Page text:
From the Magazine

Age, Formative

Found texts.
"When I was nine years old I began taking piano lessons. When I was nine years old I got my own library card. When I was nine years old I was diagnosed with lupus. When I was nine years old ..."

Translations of Time

An Interview with Jennifer Nagle Myers
"What we say and do matters. We have to think like activists. It is not enough to just make art. We are needed on all fronts and in many ways, and to stay silent in times like these is unacceptable for me."

The Lengthening of Time

A conversation with Joe Fassler
The winner of Creative Nonfiction's 'Waiting' contest talks about his prize-winning essay, "Wait Times."

The Same Story

Winner: Best Essay Prize, "Mistakes"
Two young women pregnant at the same time by the same man.

Sleepless in Any City

Insomnia in Lorca's Madrid
I am prey to the nocturnal creaks in my mind and weak to the city creatures that stir at night. I am lonely but not alone. No one is asleep in this city. No one. No one.

A Genre by Any Other Name?

The Story Behind "Creative Nonfiction"
For as long as the term creative nonfiction has existed, people have questioned how well the expression captures what writers actually do in the genre, and more than a few have wondered why in heaven’s name we started using the term in the first place.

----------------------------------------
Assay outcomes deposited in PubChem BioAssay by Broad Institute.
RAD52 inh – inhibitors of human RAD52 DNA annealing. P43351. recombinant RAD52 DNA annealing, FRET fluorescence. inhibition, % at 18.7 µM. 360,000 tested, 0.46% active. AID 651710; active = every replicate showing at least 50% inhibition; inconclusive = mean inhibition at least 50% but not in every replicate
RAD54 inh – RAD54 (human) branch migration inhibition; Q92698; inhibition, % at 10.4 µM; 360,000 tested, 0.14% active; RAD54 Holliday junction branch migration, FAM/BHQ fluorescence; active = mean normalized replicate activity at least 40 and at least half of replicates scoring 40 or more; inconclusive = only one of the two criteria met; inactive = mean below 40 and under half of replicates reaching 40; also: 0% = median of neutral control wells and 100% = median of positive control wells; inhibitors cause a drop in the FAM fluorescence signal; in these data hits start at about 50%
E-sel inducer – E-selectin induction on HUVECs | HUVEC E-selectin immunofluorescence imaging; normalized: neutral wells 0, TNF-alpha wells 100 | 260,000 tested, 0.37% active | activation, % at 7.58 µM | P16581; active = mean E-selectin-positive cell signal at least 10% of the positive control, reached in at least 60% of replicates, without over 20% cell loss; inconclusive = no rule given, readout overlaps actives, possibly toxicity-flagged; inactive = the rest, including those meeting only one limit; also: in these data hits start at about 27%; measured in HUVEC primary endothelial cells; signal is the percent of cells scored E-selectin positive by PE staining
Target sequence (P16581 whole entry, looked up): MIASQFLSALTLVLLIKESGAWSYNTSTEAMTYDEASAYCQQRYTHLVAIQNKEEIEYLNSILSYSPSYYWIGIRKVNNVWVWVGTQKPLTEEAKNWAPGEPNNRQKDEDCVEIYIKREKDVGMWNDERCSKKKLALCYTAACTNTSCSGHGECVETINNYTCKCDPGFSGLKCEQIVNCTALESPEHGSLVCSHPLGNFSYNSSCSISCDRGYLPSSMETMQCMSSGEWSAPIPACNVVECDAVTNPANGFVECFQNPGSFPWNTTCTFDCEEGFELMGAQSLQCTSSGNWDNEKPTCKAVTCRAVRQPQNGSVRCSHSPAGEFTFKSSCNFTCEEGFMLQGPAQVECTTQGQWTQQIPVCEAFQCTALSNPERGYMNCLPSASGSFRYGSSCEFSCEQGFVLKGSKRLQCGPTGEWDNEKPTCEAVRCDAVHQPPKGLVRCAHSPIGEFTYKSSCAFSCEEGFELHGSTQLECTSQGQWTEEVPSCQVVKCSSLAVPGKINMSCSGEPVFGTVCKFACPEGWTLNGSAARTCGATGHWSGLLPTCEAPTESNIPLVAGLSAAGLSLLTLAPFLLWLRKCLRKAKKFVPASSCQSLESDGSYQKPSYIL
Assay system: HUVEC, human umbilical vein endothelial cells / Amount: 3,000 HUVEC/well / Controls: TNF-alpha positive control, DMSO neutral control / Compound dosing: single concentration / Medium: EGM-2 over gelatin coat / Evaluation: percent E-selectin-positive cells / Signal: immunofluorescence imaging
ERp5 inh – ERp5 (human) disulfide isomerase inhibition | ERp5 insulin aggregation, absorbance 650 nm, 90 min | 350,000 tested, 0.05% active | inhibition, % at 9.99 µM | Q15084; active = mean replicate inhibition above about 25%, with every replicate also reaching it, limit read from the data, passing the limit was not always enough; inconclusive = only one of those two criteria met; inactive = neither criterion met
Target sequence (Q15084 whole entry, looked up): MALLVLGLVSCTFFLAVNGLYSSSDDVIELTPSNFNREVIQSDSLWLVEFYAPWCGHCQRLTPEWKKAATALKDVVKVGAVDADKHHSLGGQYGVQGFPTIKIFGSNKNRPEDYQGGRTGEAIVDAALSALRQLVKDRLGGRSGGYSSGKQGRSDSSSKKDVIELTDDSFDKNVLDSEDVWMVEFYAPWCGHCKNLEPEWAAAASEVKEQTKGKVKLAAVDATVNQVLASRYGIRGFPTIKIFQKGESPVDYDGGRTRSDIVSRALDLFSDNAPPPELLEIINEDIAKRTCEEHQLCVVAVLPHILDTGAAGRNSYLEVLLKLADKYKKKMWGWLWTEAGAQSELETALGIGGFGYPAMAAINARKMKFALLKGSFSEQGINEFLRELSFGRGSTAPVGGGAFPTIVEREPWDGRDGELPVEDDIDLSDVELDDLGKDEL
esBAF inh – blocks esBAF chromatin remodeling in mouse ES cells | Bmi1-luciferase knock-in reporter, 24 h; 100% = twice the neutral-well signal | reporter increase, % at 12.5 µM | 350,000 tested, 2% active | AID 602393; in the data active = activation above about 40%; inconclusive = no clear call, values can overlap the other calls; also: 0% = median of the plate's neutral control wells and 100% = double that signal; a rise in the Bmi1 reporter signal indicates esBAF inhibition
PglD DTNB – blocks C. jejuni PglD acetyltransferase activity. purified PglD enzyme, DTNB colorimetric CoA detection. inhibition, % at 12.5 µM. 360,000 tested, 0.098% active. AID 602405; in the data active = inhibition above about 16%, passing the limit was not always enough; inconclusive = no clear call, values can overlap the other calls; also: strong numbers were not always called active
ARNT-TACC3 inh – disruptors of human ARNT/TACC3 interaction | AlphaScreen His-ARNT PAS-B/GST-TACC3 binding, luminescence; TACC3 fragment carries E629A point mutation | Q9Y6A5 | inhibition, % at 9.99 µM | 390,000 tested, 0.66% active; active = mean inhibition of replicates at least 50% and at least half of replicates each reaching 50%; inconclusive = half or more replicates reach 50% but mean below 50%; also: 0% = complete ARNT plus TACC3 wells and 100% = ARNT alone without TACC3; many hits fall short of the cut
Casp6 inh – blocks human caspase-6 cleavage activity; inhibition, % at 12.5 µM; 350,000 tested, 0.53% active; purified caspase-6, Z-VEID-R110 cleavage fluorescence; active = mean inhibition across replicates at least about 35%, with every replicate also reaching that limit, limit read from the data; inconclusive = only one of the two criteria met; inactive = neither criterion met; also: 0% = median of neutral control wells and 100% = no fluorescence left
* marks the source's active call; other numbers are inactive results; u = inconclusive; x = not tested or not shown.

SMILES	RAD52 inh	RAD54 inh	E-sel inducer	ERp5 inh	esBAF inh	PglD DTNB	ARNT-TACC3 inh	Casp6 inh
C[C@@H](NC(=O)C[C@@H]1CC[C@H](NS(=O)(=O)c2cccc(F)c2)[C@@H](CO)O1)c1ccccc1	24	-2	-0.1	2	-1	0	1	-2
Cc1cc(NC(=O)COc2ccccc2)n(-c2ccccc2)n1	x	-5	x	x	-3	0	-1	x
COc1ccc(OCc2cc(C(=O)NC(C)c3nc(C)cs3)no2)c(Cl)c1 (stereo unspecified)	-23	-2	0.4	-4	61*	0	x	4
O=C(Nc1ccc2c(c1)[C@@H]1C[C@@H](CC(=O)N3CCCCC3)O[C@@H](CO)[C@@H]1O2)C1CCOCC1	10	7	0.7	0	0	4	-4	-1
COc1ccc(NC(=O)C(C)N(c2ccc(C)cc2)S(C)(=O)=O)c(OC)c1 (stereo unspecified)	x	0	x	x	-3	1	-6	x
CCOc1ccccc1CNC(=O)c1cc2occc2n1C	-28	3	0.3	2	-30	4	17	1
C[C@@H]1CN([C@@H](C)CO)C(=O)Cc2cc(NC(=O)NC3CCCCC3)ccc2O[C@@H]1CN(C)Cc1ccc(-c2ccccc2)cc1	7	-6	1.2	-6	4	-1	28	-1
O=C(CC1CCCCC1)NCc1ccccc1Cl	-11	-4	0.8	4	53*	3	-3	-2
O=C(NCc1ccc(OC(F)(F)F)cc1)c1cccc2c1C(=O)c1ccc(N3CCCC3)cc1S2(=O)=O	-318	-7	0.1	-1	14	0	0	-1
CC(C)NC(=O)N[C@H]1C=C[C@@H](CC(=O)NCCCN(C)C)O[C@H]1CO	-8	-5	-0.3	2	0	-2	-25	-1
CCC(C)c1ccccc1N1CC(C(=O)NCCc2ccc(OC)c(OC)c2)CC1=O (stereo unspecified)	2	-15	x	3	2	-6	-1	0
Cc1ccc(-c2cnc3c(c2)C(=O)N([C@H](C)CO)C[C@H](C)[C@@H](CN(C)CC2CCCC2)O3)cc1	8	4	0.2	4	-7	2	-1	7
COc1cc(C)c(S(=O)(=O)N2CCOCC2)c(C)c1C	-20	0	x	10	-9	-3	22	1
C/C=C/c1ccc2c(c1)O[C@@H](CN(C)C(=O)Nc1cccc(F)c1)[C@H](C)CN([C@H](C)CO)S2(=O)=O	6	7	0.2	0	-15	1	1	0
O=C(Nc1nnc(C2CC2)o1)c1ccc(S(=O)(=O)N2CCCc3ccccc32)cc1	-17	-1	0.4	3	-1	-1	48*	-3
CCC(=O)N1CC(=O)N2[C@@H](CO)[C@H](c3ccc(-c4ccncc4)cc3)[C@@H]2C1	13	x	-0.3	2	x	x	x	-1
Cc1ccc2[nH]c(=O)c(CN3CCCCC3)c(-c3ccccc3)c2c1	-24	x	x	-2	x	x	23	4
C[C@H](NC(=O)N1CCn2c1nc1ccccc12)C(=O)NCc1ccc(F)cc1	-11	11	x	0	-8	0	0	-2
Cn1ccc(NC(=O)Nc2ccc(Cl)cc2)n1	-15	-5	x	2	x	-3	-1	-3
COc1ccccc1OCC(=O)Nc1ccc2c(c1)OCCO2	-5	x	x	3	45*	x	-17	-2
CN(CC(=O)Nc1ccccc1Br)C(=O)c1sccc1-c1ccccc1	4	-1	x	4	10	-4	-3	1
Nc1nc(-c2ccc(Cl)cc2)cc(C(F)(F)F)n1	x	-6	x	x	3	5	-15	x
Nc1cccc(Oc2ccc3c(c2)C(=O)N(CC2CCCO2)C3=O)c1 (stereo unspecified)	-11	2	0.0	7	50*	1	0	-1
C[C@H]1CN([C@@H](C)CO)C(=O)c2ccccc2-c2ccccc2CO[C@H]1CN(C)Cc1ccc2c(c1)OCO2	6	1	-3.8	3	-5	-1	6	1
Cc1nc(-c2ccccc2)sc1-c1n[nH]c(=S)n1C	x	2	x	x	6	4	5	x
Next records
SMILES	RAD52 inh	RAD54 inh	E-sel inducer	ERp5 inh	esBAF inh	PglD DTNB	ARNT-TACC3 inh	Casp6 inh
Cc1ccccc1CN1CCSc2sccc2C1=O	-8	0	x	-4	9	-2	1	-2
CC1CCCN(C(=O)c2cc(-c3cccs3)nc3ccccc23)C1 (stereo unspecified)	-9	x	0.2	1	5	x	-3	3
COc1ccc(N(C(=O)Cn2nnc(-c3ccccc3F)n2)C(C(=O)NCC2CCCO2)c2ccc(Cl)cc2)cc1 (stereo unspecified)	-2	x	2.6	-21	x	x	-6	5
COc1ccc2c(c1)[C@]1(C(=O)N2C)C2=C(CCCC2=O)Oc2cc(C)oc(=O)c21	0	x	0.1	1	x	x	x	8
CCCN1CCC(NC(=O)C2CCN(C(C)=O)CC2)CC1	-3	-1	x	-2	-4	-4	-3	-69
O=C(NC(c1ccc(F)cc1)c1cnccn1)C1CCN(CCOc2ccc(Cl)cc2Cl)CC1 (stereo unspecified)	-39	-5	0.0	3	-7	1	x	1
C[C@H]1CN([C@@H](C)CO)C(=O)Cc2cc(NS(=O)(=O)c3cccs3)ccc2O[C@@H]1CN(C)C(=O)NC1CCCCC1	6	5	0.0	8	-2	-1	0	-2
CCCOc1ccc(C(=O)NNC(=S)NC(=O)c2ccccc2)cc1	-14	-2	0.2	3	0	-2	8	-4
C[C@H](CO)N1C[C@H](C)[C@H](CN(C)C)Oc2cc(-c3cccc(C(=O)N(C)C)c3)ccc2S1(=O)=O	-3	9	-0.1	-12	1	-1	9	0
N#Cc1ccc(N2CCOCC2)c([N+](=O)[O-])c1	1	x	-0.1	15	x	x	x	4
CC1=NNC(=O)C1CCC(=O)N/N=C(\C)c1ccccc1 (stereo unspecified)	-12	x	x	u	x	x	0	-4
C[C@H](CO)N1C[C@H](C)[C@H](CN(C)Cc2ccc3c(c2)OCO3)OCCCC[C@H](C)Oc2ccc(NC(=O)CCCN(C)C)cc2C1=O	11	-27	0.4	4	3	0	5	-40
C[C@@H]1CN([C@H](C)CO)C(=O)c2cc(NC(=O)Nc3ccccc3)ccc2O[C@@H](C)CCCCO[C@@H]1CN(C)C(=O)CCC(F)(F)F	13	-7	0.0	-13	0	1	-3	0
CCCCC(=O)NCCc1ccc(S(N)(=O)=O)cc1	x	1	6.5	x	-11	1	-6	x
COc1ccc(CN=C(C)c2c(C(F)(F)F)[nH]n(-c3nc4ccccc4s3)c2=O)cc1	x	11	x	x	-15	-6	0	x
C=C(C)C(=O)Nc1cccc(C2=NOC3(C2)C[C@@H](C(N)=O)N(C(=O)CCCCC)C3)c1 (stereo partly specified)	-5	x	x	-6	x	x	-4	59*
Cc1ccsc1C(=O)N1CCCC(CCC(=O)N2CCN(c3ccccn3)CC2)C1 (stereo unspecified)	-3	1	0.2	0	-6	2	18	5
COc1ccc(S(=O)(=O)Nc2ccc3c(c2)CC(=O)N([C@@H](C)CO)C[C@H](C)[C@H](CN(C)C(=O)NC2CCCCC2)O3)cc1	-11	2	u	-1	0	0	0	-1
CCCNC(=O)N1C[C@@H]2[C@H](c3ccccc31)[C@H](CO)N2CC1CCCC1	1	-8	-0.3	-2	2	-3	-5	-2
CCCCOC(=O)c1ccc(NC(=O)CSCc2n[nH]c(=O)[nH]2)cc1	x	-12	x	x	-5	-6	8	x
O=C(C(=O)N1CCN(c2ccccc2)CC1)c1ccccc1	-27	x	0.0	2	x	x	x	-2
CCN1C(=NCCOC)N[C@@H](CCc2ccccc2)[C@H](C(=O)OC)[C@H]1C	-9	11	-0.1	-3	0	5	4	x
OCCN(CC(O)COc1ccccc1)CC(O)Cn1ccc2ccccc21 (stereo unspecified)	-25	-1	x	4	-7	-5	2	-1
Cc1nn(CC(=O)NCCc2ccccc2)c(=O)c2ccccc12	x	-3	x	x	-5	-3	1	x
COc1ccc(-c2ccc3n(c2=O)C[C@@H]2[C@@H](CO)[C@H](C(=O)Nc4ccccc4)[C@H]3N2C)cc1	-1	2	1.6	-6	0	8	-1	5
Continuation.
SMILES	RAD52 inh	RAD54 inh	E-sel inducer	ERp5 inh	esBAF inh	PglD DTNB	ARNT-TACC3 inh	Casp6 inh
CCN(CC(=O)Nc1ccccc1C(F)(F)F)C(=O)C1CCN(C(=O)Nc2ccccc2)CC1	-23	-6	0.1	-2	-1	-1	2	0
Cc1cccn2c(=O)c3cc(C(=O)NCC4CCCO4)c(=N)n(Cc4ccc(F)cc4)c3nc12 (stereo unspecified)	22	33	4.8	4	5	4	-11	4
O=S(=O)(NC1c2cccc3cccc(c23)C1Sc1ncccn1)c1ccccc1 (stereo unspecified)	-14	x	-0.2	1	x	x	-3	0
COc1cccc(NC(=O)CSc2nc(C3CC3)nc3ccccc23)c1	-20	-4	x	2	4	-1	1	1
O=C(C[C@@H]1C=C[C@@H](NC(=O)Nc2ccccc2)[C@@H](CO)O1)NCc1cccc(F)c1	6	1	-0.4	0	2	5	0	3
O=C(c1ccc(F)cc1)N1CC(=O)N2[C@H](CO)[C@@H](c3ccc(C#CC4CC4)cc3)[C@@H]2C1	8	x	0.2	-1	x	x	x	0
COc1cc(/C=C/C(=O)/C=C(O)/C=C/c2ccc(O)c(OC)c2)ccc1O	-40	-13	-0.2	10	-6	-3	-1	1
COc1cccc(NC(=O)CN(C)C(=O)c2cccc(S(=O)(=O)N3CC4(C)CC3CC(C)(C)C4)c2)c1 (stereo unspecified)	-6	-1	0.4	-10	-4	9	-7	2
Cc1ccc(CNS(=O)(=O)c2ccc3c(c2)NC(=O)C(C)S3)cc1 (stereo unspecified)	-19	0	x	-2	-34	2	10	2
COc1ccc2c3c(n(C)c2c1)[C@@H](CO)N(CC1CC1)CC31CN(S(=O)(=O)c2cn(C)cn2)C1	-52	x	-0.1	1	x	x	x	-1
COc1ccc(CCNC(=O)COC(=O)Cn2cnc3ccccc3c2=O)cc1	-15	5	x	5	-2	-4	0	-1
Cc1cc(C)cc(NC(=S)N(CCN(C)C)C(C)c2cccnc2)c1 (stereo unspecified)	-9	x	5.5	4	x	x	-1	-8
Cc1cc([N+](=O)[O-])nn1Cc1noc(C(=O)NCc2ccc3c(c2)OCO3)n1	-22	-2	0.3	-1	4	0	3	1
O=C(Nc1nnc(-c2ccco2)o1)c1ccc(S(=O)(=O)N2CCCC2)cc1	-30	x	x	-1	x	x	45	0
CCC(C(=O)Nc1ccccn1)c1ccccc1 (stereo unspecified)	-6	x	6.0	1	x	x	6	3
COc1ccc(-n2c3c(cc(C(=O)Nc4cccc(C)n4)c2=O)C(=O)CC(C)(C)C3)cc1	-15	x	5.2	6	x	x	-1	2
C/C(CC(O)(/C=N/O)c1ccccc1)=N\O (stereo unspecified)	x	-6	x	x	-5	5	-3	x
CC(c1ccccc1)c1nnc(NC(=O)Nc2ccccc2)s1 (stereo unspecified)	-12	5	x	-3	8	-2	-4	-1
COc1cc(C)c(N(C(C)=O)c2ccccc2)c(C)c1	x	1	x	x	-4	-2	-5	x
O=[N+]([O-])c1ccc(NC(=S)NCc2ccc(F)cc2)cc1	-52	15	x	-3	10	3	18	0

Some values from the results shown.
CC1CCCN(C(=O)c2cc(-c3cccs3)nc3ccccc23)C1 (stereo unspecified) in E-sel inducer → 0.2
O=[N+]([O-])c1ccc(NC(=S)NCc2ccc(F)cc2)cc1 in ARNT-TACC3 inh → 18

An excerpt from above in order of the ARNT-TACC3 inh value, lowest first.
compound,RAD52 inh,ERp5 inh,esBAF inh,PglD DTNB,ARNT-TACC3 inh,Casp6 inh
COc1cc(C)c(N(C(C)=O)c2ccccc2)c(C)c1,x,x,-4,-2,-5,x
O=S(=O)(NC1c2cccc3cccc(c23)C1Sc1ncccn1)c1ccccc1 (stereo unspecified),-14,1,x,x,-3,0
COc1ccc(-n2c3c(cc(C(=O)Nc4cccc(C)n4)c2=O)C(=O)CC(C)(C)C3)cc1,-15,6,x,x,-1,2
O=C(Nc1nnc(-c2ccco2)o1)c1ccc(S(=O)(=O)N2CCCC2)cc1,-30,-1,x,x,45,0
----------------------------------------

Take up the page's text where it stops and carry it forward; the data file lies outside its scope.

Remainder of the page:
What's the Story #56

From the Editor
There’s a lot of waiting going on at CNF, but what we wait for most of all is compelling, informative, enticing narrative essays. Being able to publish great work is what makes all the rest of the waiting worthwhile.

Something Missing, Something Hidden

An Interview with Elizabeth Amber Rudnick
"There’s a huge gap between the experiences we feel compelled to record and the experiences that stay with us regardless of documentation."

Writing Down the Hard Stuff

A conversation with Kelly Fig Smith
The winner of Creative Nonfiction’s $1,000 prize for best essay in The Memoir Issue talks about her prize-winning essay, "Do No Harm."

Of Memoir and Memory

Making a Case for a New Type of Literary Criticism
How can we appreciate the possibilities of the genre fully without understanding how the mind works?

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